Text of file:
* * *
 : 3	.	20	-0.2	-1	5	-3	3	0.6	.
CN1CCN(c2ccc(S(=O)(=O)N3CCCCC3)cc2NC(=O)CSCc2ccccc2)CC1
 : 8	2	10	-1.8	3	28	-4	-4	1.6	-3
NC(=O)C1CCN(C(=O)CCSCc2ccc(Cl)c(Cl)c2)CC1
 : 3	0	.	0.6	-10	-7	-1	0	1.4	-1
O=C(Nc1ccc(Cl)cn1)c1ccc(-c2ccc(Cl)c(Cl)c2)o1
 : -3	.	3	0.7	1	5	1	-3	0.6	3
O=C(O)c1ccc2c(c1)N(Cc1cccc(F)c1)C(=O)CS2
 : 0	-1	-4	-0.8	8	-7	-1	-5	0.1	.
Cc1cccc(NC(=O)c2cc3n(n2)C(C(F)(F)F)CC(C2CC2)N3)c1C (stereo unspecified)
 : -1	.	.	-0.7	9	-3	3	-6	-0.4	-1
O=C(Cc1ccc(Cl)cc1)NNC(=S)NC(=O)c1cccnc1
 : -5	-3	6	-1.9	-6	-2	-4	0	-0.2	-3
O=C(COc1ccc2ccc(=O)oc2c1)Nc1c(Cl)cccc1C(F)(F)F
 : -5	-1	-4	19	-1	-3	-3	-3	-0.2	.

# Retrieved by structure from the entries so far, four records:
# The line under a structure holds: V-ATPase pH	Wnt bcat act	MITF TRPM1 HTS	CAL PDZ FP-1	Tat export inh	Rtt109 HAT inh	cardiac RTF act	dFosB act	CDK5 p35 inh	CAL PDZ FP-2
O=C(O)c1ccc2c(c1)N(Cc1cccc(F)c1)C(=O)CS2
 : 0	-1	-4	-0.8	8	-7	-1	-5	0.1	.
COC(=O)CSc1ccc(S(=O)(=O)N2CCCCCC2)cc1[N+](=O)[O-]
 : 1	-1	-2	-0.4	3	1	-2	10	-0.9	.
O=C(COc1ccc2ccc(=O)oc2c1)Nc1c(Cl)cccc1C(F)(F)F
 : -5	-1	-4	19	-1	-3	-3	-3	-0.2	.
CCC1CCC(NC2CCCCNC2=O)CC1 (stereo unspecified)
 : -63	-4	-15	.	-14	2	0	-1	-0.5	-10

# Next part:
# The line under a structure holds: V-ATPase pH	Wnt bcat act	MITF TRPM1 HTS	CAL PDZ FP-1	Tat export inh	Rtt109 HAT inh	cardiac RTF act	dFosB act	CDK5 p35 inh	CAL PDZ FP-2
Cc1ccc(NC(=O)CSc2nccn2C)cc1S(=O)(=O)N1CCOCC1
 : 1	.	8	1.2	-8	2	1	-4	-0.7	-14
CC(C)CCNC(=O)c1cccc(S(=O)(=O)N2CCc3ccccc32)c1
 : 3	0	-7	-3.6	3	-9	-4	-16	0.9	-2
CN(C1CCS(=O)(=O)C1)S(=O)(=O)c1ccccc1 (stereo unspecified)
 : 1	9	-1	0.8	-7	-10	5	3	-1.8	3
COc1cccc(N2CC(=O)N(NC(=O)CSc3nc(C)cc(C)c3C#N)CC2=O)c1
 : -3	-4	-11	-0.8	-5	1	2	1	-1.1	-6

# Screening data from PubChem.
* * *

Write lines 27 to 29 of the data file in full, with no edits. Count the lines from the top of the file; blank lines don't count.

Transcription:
# The line under a structure holds: V-ATPase pH	Wnt bcat act	MITF TRPM1 HTS	CAL PDZ FP-1	Tat export inh	Rtt109 HAT inh	cardiac RTF act	dFosB act	CDK5 p35 inh	CAL PDZ FP-2
Cc1ccc(NC(=O)CSc2nccn2C)cc1S(=O)(=O)N1CCOCC1
 : 1	.	8	1.2	-8	2	1	-4	-0.7	-14